Employers need to show more compassion according to a new report released today (Thursday 9 January) by the National Council for Palliative Care.
The report was published in partnership with the Dying Matters Coalition and National Bereavement Alliance.
The report, called 'Life after death: six steps to improve support in bereavement' revealed that two-thirds of those who were bereaved in the last five years, whilst working, didn't feel their employer was compassionate enough. The report also outlined that 56 per cent of people would consider leaving their job if their employer did not provide proper support if someone close to them died.
In response to the report's findings, the Dying Matters Coalition announced the launch of 'Compassionate Employers'. The initiative aims to support businesses that want to improve their approach to end of life issues by helping those employees bereaved or caring for someone.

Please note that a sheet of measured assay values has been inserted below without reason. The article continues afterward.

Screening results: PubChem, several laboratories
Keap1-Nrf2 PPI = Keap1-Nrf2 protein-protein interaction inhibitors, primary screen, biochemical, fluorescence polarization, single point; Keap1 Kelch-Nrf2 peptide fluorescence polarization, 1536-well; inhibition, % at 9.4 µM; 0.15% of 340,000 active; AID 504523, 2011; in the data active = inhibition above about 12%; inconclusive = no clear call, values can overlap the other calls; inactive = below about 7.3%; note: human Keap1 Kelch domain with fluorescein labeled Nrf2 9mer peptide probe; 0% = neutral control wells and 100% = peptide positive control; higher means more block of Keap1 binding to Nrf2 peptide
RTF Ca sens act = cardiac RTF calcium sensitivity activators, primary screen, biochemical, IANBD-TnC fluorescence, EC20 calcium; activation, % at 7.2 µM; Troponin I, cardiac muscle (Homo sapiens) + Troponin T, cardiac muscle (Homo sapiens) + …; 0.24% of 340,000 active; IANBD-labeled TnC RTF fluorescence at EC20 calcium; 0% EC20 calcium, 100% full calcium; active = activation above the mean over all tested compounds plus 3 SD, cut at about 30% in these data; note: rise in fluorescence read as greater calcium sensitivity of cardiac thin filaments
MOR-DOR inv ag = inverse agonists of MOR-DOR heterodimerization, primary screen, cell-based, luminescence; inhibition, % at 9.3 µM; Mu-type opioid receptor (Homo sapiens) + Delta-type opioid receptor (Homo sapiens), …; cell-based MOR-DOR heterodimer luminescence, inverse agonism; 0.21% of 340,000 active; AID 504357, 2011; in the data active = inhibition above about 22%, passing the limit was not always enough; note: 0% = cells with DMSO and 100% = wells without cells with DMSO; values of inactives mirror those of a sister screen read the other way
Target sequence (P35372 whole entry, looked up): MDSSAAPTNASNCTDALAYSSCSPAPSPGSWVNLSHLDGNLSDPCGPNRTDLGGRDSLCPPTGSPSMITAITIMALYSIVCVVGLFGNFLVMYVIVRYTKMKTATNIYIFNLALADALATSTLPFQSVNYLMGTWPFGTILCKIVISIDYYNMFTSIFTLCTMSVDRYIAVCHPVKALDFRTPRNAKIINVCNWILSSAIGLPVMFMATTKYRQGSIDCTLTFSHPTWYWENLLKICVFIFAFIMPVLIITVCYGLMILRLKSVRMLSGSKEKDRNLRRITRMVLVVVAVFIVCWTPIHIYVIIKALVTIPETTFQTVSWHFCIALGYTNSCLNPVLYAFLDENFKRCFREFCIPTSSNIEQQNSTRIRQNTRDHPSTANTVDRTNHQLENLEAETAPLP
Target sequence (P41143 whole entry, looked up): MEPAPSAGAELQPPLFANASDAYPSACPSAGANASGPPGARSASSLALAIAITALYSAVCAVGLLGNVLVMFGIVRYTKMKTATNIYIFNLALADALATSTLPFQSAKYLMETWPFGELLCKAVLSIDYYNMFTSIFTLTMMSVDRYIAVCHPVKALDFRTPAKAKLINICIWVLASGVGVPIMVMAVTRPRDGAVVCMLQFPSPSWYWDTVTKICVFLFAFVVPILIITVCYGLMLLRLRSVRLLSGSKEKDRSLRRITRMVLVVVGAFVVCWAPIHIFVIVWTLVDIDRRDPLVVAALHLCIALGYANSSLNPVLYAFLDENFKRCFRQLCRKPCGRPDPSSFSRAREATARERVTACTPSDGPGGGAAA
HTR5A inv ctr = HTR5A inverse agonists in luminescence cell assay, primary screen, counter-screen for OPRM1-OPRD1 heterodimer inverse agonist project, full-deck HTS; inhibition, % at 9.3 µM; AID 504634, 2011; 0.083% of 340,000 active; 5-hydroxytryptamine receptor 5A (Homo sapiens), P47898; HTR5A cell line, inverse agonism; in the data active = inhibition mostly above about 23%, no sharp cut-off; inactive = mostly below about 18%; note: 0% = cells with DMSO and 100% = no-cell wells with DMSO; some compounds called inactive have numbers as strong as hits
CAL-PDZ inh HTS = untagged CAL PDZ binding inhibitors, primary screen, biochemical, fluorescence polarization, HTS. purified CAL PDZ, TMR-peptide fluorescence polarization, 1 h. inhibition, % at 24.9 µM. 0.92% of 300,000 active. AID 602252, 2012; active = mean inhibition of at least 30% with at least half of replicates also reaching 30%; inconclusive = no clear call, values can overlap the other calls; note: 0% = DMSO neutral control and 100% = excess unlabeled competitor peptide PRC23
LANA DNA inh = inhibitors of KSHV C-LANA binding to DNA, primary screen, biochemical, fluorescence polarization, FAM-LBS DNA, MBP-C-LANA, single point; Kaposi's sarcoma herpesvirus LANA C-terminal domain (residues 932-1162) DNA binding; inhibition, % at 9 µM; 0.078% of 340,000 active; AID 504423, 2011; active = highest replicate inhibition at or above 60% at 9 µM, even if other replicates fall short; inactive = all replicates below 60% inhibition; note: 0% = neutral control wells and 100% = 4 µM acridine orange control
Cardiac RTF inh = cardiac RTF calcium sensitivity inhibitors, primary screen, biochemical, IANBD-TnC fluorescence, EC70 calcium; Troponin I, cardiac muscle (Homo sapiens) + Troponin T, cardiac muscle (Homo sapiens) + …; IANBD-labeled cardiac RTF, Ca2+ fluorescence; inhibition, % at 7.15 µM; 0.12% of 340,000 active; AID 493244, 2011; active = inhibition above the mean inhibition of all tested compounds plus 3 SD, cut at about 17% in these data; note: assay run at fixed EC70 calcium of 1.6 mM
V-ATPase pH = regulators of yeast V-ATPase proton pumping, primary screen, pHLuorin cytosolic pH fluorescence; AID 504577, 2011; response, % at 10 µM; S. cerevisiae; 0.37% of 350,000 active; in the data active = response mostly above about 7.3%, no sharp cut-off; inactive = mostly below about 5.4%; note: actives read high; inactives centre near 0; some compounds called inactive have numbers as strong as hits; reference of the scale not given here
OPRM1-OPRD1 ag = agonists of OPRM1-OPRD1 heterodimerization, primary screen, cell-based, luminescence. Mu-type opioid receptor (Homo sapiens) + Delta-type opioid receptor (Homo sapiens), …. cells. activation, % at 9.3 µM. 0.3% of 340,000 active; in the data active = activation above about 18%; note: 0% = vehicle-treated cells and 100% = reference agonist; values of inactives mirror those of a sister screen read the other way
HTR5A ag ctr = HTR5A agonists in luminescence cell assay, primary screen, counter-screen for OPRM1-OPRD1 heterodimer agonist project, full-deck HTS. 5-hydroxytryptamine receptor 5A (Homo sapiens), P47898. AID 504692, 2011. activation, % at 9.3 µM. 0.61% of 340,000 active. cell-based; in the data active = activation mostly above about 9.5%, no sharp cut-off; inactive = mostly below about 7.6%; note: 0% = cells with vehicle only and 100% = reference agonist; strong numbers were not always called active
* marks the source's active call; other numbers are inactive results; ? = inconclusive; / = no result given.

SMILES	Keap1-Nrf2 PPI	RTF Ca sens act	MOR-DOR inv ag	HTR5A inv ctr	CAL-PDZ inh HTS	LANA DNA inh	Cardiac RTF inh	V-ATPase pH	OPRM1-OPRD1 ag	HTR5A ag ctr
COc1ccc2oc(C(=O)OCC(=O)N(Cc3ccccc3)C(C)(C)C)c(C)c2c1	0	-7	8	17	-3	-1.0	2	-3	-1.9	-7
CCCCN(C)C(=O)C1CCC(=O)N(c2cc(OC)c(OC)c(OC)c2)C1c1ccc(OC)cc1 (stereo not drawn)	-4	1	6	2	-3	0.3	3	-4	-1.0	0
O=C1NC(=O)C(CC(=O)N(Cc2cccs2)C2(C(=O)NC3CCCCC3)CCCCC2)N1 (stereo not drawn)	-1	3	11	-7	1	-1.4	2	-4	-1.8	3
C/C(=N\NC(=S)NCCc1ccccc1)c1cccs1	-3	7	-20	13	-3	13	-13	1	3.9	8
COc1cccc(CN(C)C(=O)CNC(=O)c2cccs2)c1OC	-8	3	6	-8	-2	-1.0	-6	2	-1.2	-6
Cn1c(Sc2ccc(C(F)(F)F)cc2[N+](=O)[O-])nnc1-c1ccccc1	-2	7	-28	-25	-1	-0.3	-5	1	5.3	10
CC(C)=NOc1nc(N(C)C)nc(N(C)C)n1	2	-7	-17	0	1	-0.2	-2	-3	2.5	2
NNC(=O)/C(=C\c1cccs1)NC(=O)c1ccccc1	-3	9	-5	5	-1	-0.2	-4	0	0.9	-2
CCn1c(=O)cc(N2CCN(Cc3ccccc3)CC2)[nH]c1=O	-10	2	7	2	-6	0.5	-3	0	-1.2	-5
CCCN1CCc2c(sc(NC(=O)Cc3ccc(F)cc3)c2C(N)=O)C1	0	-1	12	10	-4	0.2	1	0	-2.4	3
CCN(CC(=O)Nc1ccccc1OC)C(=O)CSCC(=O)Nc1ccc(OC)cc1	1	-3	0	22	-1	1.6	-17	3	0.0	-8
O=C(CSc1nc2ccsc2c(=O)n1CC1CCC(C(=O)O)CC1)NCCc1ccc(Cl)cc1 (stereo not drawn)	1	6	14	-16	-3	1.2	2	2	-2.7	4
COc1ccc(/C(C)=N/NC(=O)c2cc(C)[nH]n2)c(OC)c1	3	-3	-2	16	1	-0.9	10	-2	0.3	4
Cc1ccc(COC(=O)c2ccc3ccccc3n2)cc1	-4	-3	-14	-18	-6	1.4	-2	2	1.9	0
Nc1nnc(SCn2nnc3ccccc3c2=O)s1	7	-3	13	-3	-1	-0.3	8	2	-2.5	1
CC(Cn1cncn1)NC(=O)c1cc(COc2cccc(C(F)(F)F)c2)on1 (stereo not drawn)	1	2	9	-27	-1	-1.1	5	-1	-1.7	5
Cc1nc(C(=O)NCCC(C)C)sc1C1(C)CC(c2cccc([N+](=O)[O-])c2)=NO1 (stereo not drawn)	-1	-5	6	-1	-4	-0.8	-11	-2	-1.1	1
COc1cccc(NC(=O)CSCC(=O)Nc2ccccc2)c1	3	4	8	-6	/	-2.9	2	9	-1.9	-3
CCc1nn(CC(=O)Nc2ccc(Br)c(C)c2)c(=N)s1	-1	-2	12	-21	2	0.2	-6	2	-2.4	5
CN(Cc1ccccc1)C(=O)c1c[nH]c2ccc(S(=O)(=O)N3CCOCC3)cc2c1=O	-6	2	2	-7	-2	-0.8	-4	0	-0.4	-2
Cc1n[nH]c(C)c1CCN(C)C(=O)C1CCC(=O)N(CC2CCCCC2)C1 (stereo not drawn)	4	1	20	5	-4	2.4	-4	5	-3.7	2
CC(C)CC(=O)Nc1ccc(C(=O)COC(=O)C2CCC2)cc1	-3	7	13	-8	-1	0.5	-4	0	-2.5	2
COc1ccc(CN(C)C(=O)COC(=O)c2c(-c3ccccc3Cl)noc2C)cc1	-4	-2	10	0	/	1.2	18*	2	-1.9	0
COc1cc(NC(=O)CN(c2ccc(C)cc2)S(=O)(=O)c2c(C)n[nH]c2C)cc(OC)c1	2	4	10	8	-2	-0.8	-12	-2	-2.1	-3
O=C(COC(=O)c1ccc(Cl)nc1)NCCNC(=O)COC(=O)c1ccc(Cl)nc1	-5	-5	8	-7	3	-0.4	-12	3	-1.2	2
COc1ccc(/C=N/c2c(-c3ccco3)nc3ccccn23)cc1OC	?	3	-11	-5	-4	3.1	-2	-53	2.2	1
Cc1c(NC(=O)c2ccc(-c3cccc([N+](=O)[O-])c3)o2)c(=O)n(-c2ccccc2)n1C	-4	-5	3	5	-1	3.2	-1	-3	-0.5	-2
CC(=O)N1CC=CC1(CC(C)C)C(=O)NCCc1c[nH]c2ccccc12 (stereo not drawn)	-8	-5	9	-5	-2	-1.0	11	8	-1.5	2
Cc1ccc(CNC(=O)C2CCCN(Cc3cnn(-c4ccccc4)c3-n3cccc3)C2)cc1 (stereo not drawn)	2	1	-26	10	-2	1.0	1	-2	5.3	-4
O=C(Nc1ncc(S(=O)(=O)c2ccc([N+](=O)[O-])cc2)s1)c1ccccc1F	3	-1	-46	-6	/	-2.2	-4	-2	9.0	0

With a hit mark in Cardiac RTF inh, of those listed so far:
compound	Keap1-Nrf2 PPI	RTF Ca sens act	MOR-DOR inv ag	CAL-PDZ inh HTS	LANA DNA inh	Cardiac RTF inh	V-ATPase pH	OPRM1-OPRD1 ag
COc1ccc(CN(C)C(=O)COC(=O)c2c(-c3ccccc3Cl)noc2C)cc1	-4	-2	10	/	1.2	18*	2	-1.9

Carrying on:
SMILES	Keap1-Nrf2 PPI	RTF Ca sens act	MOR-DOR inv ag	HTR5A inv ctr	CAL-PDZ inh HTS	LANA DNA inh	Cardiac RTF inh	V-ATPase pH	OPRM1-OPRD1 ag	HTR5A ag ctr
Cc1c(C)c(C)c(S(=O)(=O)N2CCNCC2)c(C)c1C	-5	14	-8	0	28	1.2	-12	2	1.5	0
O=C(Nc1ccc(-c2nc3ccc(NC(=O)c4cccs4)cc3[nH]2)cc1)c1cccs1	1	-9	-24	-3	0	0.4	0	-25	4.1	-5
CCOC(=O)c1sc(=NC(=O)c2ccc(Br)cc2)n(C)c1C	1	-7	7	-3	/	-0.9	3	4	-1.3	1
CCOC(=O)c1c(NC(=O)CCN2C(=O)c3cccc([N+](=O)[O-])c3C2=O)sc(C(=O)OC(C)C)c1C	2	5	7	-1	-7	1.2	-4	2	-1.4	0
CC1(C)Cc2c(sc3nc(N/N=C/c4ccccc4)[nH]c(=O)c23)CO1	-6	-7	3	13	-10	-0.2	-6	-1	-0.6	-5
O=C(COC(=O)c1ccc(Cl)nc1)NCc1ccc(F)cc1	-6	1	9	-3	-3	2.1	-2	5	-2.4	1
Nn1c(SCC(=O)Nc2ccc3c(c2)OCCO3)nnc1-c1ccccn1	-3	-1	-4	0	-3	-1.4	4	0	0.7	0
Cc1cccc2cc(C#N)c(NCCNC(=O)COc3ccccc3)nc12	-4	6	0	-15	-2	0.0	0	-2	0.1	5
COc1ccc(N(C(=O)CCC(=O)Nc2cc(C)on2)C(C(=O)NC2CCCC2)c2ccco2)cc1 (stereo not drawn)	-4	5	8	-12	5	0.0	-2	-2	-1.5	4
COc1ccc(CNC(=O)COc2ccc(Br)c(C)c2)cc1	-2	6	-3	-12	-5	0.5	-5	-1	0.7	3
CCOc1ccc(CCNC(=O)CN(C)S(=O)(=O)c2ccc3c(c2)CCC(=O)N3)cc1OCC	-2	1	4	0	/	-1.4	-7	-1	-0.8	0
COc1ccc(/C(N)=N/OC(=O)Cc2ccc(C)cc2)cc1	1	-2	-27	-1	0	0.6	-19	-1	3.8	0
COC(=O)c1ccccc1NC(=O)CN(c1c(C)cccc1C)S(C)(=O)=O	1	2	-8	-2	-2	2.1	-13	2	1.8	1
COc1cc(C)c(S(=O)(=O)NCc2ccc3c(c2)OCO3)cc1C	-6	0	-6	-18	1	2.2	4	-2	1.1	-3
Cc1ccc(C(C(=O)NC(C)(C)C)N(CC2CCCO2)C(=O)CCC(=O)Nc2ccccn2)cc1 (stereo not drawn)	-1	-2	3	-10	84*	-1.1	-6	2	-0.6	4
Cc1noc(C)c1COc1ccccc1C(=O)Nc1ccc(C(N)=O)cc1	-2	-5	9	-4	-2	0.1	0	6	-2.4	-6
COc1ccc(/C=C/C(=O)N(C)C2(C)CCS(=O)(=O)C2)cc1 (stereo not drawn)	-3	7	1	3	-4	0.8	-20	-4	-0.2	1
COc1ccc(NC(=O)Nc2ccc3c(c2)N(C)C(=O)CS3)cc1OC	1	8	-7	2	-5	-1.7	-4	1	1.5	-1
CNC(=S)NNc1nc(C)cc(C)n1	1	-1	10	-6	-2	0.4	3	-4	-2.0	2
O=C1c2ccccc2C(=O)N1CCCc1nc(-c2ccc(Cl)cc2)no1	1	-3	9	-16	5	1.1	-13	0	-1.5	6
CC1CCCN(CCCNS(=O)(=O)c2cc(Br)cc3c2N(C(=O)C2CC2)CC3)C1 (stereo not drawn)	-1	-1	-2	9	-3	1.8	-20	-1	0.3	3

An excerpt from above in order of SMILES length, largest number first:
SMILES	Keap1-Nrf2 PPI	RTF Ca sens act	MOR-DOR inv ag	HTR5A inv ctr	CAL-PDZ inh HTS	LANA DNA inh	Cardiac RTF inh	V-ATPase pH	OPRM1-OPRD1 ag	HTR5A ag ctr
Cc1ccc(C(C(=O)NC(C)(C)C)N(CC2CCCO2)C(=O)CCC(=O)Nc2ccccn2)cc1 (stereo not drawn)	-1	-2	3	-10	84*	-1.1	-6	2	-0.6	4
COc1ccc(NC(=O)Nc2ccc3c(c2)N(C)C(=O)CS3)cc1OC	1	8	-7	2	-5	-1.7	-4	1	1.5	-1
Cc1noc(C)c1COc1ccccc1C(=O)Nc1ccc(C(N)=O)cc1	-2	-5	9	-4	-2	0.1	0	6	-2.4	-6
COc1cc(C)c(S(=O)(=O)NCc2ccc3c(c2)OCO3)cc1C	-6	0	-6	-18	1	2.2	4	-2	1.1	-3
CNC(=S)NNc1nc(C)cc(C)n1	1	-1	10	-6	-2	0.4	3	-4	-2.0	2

Alzheimer's Society comment:
'It's tragic to think that employers are failing to show compassion to staff facing bereavement or difficulties when juggling work with caring for a loved one. 670,000 people in the UK are unpaid carers for someone living with dementia. It's vital that employers recognise their responsibility to support staff both at work and at home.
'This initiative is a great first step towards increasing understanding. However, more needs to be done to ensure carers in the workplace receive support before they reach crisis point.'
For more details of the report please contact: Joe Levenson, Director of Communications at the National Council for Palliative Care on 020 7697 1520 or 07795 158003.
Factsheet on grief and bereavement